I intend to age as gracefully as possible without hurting myself doing it (those shots are extremely painful, even with anesthetic!) and not once has anyone complained about that: no one has said how hideous my face is since I haven’t done anything with it, and not even one comment about my wrinkles and sagging skin. In fact, I think the women who simply age naturally – but never give in to getting old – are those I want to hang out with and enjoy, whose company I intend to cultivate and appreciate because they are so real. We were all young once and we’ll all be older for awhile, so my intention is to embrace it with the same gusto I continue to embrace life with. You’re lovely and all those who think they’re doing themselves a favor with injections are also lovely…without the injections. I hope that someday all youth understands this and finally moves past the façade. Carry on with your amazing Self!

  48. I really appreciate that you are publicly taking time to reflect and share how your views have changed. I think that is a really important part of growing as a person, and too often overlooked.

    1. Agree with Carla! This is a wonderful, introspective post. I also LOLed for real at “Next We Enjoy Five Paragraphs on Acne.” Best. Subhead. Ever.

  49. I can’t remember what you call what you set up to make your donations through that is tax deductable. I am trying to help my daughter find deductions she can use for her remote project management business (she owed an astounding amount of money this year!!!!) and that advice might just help!!! Thanks for your fun blogs, love the advice, the knowledge and the humor.

  50. ITS ME!! YOU’RE WRITING TO ME!! Long time reader, not usually a commenter. I am a dermatologist so I enjoyed the acne part.

    I feel like Botox (and fillers) is the “exclusive pumping/breastfeeding/bottle feeding” issue of the decades after raising babies. Just like fed is best, what makes you feel good is best but just like no matter the choice with baby feeding, we will always want to explain themselves . For me? I’ve been ‘tox’n since my late 20s and am happy everytime I can’t furrow my brow. I legitimately think not being able to frown makes me a happier person. Yet I spend almost nothing on haircuts, nails, makeup or any skincare product except generic retinA and SPF.

      1. A plastic surgeon of my acquaintance, also a mother of 4 and most definitely in her late-late 40’s, looks nothing even a tiny bit approaching her actual age on account of these little tweaks. I’d say she hasn’t had actual surgery on her face, she looks natural and normal and like a mature, normal woman (an attractive one) of somewhat indeterminate age, which is exactly what I want! I want to be ”sort of maybe around 40? Maybe?) rather than that tragic, puffy-lipped, frozen-faced, implausible-hair-and-lashes look that seems to be so pervasive. I just want to look like the most fresh-faced version of an adult middle-aged woman in good health!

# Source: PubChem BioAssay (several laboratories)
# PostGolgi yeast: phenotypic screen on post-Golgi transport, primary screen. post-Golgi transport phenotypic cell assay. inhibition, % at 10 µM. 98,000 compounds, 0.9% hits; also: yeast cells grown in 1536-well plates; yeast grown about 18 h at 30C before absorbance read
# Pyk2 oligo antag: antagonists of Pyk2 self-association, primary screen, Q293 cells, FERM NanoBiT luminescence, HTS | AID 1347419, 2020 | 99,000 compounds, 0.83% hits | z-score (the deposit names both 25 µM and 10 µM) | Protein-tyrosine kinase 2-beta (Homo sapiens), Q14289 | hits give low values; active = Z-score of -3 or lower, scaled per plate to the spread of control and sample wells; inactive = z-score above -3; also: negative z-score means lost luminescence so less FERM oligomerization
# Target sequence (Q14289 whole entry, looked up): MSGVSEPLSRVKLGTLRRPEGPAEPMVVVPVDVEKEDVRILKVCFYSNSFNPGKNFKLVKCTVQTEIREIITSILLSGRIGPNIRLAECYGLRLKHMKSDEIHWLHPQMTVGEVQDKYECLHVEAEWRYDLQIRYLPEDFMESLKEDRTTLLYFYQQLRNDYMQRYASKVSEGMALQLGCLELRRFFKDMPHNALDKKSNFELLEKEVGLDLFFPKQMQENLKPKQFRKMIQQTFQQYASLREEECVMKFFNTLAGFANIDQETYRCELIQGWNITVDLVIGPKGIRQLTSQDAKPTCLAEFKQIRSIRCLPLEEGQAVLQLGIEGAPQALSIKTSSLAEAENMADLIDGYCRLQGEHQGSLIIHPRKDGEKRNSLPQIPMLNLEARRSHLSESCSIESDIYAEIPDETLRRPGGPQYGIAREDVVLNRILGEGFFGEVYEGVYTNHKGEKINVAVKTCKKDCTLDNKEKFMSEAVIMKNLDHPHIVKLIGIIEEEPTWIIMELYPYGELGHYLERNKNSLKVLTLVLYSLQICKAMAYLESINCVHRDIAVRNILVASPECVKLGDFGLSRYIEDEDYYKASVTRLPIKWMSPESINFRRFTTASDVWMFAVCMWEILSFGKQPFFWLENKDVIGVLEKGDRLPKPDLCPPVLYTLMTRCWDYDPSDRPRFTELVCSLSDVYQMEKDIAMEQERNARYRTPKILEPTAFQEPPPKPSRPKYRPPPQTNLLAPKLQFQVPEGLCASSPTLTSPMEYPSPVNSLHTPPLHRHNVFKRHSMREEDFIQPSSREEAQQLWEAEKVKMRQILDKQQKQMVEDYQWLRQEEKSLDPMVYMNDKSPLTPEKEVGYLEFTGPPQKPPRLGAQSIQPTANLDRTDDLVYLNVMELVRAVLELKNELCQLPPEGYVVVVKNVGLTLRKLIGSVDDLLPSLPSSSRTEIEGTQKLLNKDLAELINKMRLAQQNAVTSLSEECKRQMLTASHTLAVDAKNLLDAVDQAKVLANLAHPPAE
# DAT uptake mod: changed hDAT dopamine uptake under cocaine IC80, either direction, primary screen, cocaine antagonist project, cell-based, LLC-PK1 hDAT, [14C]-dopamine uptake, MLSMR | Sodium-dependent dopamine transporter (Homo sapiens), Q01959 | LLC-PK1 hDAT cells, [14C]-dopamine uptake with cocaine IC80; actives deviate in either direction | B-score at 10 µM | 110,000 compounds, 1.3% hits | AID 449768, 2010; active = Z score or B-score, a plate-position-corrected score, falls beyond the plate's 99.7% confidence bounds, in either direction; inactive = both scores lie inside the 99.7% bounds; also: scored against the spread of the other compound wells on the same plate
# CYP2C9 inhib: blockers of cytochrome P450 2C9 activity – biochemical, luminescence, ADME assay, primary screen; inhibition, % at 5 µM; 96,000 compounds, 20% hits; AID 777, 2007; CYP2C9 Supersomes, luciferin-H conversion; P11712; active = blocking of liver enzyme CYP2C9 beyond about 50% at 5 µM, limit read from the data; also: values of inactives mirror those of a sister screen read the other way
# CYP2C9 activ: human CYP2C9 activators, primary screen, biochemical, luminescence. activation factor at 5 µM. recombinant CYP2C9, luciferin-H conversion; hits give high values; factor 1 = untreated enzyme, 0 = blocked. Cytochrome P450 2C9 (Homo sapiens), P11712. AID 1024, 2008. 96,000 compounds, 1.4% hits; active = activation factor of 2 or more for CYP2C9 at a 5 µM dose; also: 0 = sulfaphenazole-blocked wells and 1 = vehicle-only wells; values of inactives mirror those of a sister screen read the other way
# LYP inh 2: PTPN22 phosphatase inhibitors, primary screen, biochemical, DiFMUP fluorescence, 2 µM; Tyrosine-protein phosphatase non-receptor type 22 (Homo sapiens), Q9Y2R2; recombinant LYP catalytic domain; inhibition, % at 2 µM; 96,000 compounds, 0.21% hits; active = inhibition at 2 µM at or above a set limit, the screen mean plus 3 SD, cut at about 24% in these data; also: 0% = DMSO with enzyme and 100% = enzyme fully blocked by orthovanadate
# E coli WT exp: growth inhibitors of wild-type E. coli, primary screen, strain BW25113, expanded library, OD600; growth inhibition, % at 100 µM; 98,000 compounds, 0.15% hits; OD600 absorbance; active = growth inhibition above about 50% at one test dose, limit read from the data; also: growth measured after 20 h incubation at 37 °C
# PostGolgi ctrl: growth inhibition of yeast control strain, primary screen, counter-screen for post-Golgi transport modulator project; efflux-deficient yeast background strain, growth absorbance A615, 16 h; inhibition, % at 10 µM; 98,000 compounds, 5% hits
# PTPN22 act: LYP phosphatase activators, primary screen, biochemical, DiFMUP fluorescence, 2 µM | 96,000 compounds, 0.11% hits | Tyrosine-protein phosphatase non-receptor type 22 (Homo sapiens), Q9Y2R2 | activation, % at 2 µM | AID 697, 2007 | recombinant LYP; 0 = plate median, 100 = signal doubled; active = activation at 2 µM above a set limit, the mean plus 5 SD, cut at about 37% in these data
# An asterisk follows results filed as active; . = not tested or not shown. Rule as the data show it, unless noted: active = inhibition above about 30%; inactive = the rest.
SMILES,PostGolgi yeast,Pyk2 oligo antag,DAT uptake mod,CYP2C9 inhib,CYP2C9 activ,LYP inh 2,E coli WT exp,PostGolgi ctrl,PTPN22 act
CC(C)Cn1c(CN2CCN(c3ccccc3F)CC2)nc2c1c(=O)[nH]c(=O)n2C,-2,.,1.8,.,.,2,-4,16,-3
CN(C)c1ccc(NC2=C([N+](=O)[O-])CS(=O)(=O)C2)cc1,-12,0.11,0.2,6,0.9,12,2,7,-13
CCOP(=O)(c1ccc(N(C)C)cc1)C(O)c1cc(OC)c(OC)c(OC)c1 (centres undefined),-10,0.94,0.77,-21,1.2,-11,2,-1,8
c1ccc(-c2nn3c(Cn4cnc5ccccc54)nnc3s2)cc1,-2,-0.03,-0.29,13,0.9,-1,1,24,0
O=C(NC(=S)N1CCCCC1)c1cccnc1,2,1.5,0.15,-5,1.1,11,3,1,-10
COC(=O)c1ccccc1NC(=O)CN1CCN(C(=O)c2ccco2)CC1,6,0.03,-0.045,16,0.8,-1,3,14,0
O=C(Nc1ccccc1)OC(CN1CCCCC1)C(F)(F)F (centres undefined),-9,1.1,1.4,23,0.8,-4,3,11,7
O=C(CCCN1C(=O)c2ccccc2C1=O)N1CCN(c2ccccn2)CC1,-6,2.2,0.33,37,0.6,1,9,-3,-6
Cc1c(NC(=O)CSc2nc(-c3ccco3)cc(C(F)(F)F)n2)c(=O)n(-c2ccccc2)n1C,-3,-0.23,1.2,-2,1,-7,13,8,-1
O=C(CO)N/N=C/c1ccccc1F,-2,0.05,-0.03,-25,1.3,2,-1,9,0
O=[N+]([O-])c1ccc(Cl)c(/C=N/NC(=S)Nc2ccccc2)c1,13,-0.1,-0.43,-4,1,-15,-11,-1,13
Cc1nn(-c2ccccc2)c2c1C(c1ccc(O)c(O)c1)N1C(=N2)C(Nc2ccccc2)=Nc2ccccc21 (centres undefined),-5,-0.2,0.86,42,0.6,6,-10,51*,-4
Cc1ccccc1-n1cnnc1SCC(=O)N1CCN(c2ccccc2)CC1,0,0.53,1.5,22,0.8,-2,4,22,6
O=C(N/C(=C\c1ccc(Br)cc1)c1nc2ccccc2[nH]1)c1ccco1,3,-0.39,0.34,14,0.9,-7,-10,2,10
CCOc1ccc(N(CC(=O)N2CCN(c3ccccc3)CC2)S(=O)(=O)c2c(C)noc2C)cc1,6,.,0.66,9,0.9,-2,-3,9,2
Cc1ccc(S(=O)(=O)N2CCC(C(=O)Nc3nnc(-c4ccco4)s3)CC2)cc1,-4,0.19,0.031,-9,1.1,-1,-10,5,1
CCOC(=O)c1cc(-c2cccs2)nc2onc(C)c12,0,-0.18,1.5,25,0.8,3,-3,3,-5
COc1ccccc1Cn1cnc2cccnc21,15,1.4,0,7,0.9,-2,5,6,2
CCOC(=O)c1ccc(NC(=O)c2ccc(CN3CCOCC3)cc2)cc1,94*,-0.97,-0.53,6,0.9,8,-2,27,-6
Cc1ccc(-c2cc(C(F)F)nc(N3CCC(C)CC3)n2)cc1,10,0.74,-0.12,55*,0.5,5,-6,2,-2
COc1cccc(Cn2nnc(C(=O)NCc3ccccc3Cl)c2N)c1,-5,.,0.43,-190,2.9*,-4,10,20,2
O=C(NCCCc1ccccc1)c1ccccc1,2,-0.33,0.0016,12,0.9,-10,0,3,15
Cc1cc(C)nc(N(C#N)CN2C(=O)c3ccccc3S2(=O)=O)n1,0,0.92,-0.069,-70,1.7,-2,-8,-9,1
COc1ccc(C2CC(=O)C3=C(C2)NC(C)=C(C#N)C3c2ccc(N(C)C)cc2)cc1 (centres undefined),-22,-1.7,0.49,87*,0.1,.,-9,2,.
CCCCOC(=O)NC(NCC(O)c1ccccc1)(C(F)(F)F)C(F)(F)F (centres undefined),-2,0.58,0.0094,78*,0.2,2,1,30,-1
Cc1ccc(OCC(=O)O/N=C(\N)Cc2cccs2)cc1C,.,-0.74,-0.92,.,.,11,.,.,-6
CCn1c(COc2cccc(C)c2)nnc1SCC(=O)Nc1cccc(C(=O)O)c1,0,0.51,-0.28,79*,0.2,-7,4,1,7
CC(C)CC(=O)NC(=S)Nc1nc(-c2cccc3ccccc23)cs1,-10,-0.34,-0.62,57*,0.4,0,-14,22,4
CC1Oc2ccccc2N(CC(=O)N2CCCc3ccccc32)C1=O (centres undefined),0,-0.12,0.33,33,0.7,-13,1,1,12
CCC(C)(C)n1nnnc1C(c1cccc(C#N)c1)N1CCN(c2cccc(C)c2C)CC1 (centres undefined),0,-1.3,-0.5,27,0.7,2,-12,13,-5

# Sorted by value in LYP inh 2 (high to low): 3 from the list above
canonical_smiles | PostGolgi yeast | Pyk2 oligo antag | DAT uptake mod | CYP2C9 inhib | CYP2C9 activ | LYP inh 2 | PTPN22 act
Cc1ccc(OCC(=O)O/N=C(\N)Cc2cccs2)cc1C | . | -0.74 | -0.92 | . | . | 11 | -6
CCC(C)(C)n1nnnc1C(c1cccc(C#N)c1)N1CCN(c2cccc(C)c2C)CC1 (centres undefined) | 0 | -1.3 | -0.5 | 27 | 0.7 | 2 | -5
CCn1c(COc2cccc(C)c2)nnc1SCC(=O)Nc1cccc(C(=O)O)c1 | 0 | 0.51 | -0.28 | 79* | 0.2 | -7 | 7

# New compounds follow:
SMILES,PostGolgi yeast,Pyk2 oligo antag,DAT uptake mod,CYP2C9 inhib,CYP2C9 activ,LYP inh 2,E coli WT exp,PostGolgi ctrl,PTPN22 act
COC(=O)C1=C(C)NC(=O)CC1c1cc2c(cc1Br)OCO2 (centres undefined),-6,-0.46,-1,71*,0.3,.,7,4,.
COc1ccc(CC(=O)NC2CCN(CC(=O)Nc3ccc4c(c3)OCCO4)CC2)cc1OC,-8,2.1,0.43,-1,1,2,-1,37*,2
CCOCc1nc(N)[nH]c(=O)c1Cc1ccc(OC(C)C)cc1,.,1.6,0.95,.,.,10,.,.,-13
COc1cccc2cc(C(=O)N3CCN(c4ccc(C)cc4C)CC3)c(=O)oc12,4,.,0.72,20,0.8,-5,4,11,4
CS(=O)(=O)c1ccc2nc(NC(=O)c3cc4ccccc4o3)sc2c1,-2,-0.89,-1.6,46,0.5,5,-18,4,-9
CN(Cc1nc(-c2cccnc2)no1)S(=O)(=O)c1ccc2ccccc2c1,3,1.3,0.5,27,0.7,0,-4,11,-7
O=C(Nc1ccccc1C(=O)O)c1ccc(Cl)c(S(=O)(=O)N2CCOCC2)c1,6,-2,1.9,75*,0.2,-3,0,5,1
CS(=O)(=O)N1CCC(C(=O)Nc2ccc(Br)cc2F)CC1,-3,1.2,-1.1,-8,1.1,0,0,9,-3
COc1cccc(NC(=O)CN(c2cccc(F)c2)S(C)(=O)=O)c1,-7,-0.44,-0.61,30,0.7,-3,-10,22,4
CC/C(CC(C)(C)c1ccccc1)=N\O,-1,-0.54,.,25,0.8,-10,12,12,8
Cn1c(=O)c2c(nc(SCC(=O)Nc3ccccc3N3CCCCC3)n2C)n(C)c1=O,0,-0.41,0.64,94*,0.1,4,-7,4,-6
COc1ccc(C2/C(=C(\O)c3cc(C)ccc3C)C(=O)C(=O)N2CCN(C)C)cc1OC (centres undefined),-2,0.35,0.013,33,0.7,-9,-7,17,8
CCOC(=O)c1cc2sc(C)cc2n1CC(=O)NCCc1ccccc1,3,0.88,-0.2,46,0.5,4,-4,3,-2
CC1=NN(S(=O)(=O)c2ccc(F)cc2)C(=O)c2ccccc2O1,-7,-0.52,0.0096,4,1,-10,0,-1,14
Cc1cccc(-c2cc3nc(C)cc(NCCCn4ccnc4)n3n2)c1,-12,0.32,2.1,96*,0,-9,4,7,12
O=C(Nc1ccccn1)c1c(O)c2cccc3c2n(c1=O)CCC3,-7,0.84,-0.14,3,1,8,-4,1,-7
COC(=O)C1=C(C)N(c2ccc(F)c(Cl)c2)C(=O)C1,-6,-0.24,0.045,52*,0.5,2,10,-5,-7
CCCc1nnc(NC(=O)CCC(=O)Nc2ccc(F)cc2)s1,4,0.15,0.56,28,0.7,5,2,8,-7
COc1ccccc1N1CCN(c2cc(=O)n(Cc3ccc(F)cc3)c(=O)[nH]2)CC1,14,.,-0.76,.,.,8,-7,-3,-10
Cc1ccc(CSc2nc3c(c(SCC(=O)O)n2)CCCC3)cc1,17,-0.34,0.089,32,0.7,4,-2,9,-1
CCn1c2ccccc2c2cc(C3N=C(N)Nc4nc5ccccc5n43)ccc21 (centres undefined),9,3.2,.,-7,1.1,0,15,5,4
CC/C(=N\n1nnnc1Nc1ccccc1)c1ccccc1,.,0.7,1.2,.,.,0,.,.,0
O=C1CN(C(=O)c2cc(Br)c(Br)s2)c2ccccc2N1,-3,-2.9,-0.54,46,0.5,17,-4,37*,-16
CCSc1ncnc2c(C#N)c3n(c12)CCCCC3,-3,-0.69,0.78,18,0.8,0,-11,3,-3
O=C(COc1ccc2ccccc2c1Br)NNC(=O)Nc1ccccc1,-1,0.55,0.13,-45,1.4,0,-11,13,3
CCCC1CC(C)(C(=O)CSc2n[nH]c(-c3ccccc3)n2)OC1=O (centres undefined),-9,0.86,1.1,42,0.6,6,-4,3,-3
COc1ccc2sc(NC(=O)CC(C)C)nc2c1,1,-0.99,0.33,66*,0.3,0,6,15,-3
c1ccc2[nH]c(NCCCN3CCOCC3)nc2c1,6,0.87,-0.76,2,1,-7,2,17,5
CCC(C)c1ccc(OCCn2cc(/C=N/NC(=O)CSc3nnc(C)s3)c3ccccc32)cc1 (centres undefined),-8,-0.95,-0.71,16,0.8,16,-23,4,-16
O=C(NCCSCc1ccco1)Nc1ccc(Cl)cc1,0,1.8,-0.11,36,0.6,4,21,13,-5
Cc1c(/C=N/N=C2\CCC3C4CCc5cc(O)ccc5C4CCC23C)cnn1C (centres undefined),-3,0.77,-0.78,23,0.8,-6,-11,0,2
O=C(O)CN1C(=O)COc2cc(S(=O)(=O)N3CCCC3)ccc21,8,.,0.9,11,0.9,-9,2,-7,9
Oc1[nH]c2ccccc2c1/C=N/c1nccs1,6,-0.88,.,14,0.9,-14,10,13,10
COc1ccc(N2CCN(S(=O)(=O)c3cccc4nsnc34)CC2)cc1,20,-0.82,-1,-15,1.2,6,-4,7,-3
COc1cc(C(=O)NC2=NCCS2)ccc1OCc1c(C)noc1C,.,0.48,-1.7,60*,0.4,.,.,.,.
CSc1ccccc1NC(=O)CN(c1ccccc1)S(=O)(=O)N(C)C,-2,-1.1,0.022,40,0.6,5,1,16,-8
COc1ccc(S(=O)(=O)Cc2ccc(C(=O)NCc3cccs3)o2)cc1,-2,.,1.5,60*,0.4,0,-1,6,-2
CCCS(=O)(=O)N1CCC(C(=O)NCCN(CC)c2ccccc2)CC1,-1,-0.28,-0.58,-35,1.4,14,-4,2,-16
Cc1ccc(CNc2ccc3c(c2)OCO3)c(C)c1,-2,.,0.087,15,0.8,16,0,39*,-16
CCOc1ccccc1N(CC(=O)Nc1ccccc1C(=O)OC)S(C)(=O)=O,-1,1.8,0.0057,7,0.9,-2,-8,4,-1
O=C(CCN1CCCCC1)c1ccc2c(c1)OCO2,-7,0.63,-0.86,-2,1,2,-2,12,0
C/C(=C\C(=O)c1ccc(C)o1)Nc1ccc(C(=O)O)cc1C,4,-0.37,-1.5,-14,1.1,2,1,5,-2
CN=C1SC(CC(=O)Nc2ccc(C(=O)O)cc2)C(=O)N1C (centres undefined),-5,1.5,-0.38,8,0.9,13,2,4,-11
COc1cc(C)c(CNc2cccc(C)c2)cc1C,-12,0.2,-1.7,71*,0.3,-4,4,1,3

The same woman wears very little makeup, no gel nails or anything like that, hair is casual, just looks like an attractive person and quite natural. THAT’S the holy grail!

  51. This is such a good post, I echo what the others have said! I turned 40 this year and have thought about these topics so much. Your thoughtful words come at a really good time and I find comfort in them. It is difficult, for me at this point, to find a balance for my desire to look good for myself and not conforming to societal beauty standards, though your post and reading so many amazing comments is very inspiring as I consider more ways to focus on beauty as an inside job.

    As I appreciate so many of the tips shared my other readers, I wanted to provide some of my own. My biggest priority is holistic health, so focusing on nutrition, hydration, sleep, movement, etc. is what I emphasize. Our skin is an organ after all :).

    I recently discovered Beautycounter products, which are high quality without a lot of chemicals. Their vitamin C serum is excellent. I also like Elta MD facial sunscreen (SPF 46) and Ilya make-up products (also natural, but great quality). Most weeks, I use a glycolic face mask (Andalou Naturals) and I get massages/pedis a few times a year to treat myself.

    I used Retin-A for decades and eventually weaned off it for prenatal planning. There’s a natural alternative called bakuchiol which you could also try if retinol is aggravating your skin, or like others recommended, just ease off a little and use a great moisturizer.

    Lastly, I started adding grass-fed collagen to my coffee, as we lose a lot of collagen as we age. Research is not definitive on its efficacy for restoring elasticity, but there are some good studies and it’s safe to consume. Regularly drinking bone broth is another idea (and tastes much better!)

  52. Just wanted to comment that I liked your writing style “then”, and it’s even better now! I really dislike reading my own old stuff, thinking I sounded so weird, pretentious, etc. so I get what you’re saying!
    I like my hair long and have always worn it long. In my twenties I grew it almost to my knees for a while! I can put it up when I need or want to in 30 seconds, or 1 minute if I’m being fancier. People think I’m younger than I am until I show my silver underneath layers of hair! Hair trims every 3 months for $40. Good old hot rollers for 5 minutes most days.